• Work with your contractor or dealer to size the standby generator correctly to avoid overloads or inadequate power supply. Most dealers have online calculators on their websites. 

  • Read through the owner’s manual to be familiar with your product’s warnings and directions.

  • Stationary standby generators have weatherproof housing to operate safely outdoors, while portable generators can pose risks of electric shock or fire, especially when operated in wet conditions.

  • Make sure your hands are dry before touching a generator. Keep children and pets away from generators. NEVER try to power the house wiring by plugging a portable generator into a wall outlet, a practice known as “backfeeding.”

  • Generators should run only outdoors in an area with plenty of ventilation, away from windows, doors and vents, never inside a home or garage.  

Appliance Connectors

Good appliance connectors are a very important part in keeping your home safe.

Learn How To Spot Bad Appliance Connectors

Finding the Right Filter

When thinking about home maintenance, your furnace filter is probably the furthest thing from your mind. But it may be time to rethink your home maintenance priorities. Furnace filters are an inexpensive and easy-to-replace item with an important purpose. Filters protect your blower fan and compressor from particles and debris that could damage your system and impact air quality in your home. There are numerous filter sizes, styles and designs to choose from, but with these tips, you’ll be able to quickly and easily pick the best filter for your unit.

Determine the Correct Filter Size

Most furnace filters have their size printed on them, so you can check your existing filter for the correct measurements. If you aren’t able to find the size, check the owner’s manual or website. You can also measure the current filter being used as well as the width, height and depth of the furnace filter slot. Filters normally have two sets of measurements – the “Actual size,” which include the true dimensions of the filter, and the “Nominal size”, which is the actual size rounded up to the next whole number. For example, a filter with an actual size of 19.5” x 19.5” x .75” has a nominal size of 20” x 20” x 1”. Two filters might that have the same nominal size might not necessarily have the same actual size, making it important to check the size of your insert. Take your measurements with you to ensure you’re getting the one that will best fit the available space.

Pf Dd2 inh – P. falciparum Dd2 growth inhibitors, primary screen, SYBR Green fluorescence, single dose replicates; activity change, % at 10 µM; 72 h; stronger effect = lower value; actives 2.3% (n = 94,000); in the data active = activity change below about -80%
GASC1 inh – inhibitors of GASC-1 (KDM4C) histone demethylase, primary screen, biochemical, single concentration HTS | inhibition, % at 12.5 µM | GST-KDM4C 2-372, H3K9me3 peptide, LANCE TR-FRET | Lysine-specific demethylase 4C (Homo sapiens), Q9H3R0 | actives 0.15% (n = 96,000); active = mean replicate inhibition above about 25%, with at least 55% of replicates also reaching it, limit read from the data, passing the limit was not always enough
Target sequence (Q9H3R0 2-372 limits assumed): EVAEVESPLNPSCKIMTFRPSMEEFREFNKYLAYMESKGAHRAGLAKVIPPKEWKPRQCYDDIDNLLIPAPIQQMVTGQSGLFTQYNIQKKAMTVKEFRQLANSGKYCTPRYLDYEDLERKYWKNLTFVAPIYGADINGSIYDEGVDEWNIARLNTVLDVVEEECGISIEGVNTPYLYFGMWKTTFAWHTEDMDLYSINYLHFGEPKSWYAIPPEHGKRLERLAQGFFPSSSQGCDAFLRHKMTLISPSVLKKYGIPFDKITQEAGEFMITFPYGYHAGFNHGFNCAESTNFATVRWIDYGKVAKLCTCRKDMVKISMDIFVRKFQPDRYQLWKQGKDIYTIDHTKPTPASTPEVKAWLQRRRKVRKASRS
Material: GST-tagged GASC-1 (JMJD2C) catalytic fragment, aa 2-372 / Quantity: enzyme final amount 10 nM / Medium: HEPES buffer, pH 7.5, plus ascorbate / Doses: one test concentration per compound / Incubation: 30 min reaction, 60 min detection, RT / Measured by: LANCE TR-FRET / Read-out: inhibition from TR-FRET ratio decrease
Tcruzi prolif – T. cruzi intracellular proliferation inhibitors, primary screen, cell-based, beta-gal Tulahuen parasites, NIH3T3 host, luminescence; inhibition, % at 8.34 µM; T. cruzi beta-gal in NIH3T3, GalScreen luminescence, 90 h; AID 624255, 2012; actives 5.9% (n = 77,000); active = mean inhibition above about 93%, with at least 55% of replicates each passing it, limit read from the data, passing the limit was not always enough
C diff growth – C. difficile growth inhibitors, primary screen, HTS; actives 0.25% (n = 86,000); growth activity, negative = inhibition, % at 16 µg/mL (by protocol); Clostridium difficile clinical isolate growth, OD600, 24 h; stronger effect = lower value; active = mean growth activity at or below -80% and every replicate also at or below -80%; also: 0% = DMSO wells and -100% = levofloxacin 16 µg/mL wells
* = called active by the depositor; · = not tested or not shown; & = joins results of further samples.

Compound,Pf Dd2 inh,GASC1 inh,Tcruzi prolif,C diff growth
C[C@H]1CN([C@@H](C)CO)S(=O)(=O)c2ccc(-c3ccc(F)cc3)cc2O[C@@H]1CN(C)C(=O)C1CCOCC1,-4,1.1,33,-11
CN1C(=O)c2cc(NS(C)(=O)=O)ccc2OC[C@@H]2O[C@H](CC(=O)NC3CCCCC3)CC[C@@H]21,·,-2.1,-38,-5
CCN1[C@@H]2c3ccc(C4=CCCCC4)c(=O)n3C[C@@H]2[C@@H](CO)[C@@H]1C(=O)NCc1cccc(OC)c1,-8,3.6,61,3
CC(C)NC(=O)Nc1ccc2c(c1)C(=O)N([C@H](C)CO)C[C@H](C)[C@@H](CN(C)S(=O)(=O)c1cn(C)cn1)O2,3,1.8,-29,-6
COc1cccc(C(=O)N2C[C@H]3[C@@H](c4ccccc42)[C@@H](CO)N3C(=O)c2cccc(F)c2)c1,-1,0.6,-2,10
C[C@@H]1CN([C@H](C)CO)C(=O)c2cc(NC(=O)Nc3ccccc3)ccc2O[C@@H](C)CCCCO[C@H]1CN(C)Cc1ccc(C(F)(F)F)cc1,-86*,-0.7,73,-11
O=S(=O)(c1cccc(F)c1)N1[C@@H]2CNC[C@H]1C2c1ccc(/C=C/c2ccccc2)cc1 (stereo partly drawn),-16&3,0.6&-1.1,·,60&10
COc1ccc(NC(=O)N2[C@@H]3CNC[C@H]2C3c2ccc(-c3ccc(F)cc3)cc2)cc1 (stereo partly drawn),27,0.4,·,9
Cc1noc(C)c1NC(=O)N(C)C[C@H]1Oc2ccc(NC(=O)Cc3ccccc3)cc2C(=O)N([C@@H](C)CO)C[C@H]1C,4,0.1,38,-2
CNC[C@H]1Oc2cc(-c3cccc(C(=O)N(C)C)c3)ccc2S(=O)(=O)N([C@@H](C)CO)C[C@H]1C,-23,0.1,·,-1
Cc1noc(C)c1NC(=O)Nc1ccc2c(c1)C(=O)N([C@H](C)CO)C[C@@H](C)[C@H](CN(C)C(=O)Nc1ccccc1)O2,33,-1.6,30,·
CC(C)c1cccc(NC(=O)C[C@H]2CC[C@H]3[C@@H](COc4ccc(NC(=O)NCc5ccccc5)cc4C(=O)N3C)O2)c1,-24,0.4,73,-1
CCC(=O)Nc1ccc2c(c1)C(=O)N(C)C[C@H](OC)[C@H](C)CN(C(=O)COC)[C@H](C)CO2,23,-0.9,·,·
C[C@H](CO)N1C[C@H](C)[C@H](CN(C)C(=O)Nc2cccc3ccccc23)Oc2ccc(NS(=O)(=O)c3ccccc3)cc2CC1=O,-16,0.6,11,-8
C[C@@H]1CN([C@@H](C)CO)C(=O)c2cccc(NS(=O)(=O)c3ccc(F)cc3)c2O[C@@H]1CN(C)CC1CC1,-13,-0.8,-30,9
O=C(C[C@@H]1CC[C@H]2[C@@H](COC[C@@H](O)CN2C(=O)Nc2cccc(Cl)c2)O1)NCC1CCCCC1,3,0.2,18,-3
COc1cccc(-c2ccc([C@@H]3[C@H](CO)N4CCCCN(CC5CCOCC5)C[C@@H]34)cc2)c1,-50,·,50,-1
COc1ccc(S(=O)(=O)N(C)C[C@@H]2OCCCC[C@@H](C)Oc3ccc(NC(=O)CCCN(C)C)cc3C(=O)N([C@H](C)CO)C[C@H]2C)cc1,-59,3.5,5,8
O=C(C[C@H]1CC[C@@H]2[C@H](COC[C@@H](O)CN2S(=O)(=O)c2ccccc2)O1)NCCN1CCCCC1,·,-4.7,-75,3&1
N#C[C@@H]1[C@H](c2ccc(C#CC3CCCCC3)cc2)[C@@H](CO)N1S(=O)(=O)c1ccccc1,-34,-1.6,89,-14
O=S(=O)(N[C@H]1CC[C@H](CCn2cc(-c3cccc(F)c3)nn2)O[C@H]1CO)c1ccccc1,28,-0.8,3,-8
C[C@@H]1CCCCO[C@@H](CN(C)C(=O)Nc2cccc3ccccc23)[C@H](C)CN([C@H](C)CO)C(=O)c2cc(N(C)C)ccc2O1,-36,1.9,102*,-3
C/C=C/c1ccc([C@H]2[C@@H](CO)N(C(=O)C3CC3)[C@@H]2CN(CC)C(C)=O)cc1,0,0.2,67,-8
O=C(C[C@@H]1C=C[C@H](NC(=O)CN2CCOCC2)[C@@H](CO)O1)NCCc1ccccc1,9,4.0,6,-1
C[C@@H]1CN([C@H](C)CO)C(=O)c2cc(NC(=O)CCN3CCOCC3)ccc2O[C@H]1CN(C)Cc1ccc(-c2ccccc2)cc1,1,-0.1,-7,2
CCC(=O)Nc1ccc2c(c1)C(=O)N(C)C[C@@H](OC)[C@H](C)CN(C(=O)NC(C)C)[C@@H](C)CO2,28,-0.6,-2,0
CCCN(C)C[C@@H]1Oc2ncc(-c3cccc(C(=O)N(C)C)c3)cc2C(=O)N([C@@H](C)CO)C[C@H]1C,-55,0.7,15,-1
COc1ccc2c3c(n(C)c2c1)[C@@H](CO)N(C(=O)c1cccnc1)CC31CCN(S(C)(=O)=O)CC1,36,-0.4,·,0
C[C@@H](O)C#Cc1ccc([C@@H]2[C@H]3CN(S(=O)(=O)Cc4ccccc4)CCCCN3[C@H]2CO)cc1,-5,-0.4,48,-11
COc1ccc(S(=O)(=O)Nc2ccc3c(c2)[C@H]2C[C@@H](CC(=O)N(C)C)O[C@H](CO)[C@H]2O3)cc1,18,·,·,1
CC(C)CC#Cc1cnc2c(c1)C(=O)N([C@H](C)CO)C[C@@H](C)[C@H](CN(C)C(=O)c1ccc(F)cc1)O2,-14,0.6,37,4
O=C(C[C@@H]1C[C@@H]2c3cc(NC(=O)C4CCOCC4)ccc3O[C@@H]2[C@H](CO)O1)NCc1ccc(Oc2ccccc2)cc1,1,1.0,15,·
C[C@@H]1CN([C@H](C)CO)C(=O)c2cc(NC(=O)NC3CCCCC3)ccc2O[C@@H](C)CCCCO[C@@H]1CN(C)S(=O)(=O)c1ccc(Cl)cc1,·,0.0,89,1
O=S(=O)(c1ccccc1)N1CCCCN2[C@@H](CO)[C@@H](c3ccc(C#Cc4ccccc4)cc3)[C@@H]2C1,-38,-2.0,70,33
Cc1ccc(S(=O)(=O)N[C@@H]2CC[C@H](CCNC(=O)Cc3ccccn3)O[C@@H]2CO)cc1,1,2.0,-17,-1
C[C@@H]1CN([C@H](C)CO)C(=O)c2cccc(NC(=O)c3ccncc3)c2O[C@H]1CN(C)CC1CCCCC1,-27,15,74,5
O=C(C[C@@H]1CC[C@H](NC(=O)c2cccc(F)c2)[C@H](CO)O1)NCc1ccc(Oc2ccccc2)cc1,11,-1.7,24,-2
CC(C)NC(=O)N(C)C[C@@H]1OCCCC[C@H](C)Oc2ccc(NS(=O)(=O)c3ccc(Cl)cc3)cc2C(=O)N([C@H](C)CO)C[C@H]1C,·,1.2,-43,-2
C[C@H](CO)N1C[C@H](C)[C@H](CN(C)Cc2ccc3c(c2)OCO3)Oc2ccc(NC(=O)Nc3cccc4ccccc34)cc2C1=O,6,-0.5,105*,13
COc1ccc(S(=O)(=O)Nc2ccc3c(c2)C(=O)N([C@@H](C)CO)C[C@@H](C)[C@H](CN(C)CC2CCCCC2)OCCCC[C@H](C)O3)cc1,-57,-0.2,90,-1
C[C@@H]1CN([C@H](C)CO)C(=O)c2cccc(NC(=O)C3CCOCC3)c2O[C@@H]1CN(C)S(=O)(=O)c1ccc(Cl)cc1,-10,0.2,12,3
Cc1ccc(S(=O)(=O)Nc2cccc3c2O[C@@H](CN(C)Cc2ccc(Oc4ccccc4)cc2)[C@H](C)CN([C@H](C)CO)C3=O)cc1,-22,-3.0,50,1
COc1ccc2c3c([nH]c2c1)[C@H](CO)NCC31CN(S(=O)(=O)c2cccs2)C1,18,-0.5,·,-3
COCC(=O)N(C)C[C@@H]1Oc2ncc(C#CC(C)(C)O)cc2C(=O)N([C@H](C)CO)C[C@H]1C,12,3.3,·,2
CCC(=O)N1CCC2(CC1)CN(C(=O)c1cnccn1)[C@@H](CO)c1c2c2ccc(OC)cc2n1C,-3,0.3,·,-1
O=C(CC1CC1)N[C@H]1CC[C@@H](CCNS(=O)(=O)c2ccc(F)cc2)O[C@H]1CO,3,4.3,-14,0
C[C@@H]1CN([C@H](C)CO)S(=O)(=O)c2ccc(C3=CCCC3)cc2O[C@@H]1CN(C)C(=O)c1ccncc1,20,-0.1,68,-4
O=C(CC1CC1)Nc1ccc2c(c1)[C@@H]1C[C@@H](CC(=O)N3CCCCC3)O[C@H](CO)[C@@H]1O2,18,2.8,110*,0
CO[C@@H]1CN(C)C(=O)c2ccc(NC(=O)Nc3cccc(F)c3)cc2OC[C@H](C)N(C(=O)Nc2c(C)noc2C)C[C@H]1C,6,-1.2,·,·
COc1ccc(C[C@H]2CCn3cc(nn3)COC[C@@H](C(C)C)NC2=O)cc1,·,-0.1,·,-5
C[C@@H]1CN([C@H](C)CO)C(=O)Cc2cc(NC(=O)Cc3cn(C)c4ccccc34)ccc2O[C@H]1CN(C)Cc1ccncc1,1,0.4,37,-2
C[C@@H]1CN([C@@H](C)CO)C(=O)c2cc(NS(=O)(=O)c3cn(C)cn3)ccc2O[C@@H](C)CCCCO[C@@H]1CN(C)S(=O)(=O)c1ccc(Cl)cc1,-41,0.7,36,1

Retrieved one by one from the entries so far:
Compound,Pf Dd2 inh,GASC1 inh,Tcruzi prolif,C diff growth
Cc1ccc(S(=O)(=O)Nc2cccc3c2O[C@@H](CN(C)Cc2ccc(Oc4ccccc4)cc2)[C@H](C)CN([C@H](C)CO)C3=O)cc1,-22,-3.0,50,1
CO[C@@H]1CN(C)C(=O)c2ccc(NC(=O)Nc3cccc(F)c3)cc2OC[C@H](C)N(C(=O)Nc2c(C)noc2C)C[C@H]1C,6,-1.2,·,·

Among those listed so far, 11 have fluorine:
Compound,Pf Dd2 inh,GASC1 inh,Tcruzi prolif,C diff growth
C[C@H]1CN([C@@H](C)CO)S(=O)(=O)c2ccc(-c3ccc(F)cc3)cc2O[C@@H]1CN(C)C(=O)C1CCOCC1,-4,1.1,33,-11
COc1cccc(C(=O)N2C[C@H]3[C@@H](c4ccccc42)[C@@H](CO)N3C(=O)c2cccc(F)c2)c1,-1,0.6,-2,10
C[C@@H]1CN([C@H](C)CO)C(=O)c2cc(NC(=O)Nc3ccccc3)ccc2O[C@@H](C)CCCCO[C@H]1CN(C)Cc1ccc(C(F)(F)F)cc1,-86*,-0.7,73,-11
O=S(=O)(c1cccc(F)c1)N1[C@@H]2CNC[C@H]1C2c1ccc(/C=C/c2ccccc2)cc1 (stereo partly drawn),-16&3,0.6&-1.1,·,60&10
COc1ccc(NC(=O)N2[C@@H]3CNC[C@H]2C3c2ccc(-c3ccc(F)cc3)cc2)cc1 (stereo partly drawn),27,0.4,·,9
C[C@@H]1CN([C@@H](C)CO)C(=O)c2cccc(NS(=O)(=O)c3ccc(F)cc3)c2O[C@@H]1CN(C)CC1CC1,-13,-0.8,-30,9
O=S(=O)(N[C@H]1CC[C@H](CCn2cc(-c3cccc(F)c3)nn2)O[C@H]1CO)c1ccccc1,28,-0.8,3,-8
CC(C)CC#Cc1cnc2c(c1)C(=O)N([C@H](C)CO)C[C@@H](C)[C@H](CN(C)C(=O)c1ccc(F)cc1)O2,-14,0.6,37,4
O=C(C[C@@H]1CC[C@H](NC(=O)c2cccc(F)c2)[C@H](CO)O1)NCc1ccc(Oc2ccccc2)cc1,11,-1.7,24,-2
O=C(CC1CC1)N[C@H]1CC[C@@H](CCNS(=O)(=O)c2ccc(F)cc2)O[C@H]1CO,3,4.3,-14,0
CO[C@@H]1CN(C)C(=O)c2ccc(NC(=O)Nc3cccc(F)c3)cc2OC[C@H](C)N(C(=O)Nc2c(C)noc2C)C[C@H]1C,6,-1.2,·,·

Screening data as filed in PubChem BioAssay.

Filter Types and Benefits

Filters have different benefits based on the material that they’re made of and will have a major impact on air quality in your home. Considerations for filter materials might include how long you plan on living in your home or apartment, as well as if you or any of your family members have any medical concerns like allergies or asthma. Here’s a rundown of filter materials and their capabilities.

  • Disposable fiberglass – Prevents larger particles like dust and lint from clogging the system. These are the least expensive option, but can’t remove bacteria, mold, pollen or smaller particles. 
  • Disposable pleated – Removes particles like spores and mites. These are the most common filters as they allow for better air flow while filtering out common allergens and fine dust in the air. If you have asthma or allergies, this is an inexpensive but effective option. 
  • Permanent or disposable electrostatic – Attracts small particles; these filters can be washed to extend lifespan. However, while these filters are good for allergy and asthma sufferers, they are much more expensive to replace than other options. 
  • High-efficiency pleated – Removes the smallest particles. High-efficiency filters are generally designed for major health needs and are often used in commercial buildings like hospitals. However, they can restrict your airflow if your ventilation system isn’t designed to support these types of filters. Check with the manufacturer to make sure that your family stays healthy and comfortable.

Filter Price Points

Filters with a higher minimum efficiency reporting value (MERV) rating will render better air quality, but they cost more to regularly replace. MERV was developed on a scale from 1 to 16 to determine the efficiency of air filters, meaning that the higher the MERV rating, the fewer dust particles and contaminants will pass through the filter. If anyone in your home has special health needs, the investment might be necessary. Consider pets, indoor pollutants and your budget when you’re picking the right filter for you and your family. Regardless of what you choose, make sure to change and clean your filter as recommended to remain as comfortable as possible and help your furnace do its job effectively.